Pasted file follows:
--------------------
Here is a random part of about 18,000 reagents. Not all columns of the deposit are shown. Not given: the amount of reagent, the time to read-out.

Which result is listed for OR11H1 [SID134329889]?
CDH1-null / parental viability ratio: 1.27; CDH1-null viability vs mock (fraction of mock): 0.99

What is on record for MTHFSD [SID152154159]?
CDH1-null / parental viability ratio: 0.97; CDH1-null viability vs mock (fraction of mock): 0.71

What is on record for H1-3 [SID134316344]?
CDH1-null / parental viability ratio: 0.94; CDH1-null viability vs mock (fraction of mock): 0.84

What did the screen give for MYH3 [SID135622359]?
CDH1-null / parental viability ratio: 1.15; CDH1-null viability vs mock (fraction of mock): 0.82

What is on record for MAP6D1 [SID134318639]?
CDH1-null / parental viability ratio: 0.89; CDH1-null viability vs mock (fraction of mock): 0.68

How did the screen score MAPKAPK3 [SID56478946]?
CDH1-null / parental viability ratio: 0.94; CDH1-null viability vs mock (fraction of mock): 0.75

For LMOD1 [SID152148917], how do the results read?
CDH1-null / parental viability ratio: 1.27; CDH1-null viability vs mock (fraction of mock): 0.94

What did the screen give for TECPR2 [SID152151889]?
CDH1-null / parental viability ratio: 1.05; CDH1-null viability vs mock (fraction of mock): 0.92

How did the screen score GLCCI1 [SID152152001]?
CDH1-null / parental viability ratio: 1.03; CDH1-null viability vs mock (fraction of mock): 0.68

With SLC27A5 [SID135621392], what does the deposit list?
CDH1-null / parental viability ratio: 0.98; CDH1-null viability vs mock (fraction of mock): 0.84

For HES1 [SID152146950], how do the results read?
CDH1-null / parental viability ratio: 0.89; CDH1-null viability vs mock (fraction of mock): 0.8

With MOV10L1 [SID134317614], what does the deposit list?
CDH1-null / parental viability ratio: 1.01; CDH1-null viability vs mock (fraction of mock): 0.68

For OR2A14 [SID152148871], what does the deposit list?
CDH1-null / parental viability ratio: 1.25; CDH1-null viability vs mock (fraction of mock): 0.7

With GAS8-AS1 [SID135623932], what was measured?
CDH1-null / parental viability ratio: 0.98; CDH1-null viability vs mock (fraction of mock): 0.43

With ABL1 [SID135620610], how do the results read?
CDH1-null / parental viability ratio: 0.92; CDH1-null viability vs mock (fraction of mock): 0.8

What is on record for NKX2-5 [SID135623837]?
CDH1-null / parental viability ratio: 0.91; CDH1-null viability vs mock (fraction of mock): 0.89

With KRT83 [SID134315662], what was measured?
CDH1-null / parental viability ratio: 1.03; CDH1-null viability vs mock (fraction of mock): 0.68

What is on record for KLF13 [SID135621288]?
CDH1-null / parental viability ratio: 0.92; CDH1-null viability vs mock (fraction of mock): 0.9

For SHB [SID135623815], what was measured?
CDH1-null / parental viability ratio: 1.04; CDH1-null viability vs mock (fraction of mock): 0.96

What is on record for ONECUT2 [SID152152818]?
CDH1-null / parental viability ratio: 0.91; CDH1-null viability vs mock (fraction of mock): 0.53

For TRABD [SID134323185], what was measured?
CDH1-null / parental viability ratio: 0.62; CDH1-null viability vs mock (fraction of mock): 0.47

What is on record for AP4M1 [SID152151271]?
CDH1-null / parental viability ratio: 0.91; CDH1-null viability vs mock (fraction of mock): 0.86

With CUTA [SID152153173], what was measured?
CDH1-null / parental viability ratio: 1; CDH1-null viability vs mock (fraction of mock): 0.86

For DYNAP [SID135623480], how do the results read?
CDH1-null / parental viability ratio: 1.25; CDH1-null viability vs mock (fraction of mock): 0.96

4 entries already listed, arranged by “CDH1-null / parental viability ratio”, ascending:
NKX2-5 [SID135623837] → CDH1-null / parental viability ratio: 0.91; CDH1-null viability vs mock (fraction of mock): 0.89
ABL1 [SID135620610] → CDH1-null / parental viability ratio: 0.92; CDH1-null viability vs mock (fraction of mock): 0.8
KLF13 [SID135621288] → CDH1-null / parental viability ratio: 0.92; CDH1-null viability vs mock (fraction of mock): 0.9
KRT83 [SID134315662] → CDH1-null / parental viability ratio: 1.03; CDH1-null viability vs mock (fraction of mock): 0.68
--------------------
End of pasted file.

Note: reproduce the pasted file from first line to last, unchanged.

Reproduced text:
Here is a random part of about 18,000 reagents. Not all columns of the deposit are shown. Not given: the amount of reagent, the time to read-out.

Which result is listed for OR11H1 [SID134329889]?
CDH1-null / parental viability ratio: 1.27; CDH1-null viability vs mock (fraction of mock): 0.99

What is on record for MTHFSD [SID152154159]?
CDH1-null / parental viability ratio: 0.97; CDH1-null viability vs mock (fraction of mock): 0.71

What is on record for H1-3 [SID134316344]?
CDH1-null / parental viability ratio: 0.94; CDH1-null viability vs mock (fraction of mock): 0.84

What did the screen give for MYH3 [SID135622359]?
CDH1-null / parental viability ratio: 1.15; CDH1-null viability vs mock (fraction of mock): 0.82

What is on record for MAP6D1 [SID134318639]?
CDH1-null / parental viability ratio: 0.89; CDH1-null viability vs mock (fraction of mock): 0.68

How did the screen score MAPKAPK3 [SID56478946]?
CDH1-null / parental viability ratio: 0.94; CDH1-null viability vs mock (fraction of mock): 0.75

For LMOD1 [SID152148917], how do the results read?
CDH1-null / parental viability ratio: 1.27; CDH1-null viability vs mock (fraction of mock): 0.94

What did the screen give for TECPR2 [SID152151889]?
CDH1-null / parental viability ratio: 1.05; CDH1-null viability vs mock (fraction of mock): 0.92

How did the screen score GLCCI1 [SID152152001]?
CDH1-null / parental viability ratio: 1.03; CDH1-null viability vs mock (fraction of mock): 0.68

With SLC27A5 [SID135621392], what does the deposit list?
CDH1-null / parental viability ratio: 0.98; CDH1-null viability vs mock (fraction of mock): 0.84

For HES1 [SID152146950], how do the results read?
CDH1-null / parental viability ratio: 0.89; CDH1-null viability vs mock (fraction of mock): 0.8

With MOV10L1 [SID134317614], what does the deposit list?
CDH1-null / parental viability ratio: 1.01; CDH1-null viability vs mock (fraction of mock): 0.68

For OR2A14 [SID152148871], what does the deposit list?
CDH1-null / parental viability ratio: 1.25; CDH1-null viability vs mock (fraction of mock): 0.7

With GAS8-AS1 [SID135623932], what was measured?
CDH1-null / parental viability ratio: 0.98; CDH1-null viability vs mock (fraction of mock): 0.43

With ABL1 [SID135620610], how do the results read?
CDH1-null / parental viability ratio: 0.92; CDH1-null viability vs mock (fraction of mock): 0.8

What is on record for NKX2-5 [SID135623837]?
CDH1-null / parental viability ratio: 0.91; CDH1-null viability vs mock (fraction of mock): 0.89

With KRT83 [SID134315662], what was measured?
CDH1-null / parental viability ratio: 1.03; CDH1-null viability vs mock (fraction of mock): 0.68

What is on record for KLF13 [SID135621288]?
CDH1-null / parental viability ratio: 0.92; CDH1-null viability vs mock (fraction of mock): 0.9

For SHB [SID135623815], what was measured?
CDH1-null / parental viability ratio: 1.04; CDH1-null viability vs mock (fraction of mock): 0.96

What is on record for ONECUT2 [SID152152818]?
CDH1-null / parental viability ratio: 0.91; CDH1-null viability vs mock (fraction of mock): 0.53

For TRABD [SID134323185], what was measured?
CDH1-null / parental viability ratio: 0.62; CDH1-null viability vs mock (fraction of mock): 0.47

What is on record for AP4M1 [SID152151271]?
CDH1-null / parental viability ratio: 0.91; CDH1-null viability vs mock (fraction of mock): 0.86

With CUTA [SID152153173], what was measured?
CDH1-null / parental viability ratio: 1; CDH1-null viability vs mock (fraction of mock): 0.86

For DYNAP [SID135623480], how do the results read?
CDH1-null / parental viability ratio: 1.25; CDH1-null viability vs mock (fraction of mock): 0.96

4 entries already listed, arranged by “CDH1-null / parental viability ratio”, ascending:
NKX2-5 [SID135623837] → CDH1-null / parental viability ratio: 0.91; CDH1-null viability vs mock (fraction of mock): 0.89
ABL1 [SID135620610] → CDH1-null / parental viability ratio: 0.92; CDH1-null viability vs mock (fraction of mock): 0.8
KLF13 [SID135621288] → CDH1-null / parental viability ratio: 0.92; CDH1-null viability vs mock (fraction of mock): 0.9
KRT83 [SID134315662] → CDH1-null / parental viability ratio: 1.03; CDH1-null viability vs mock (fraction of mock): 0.68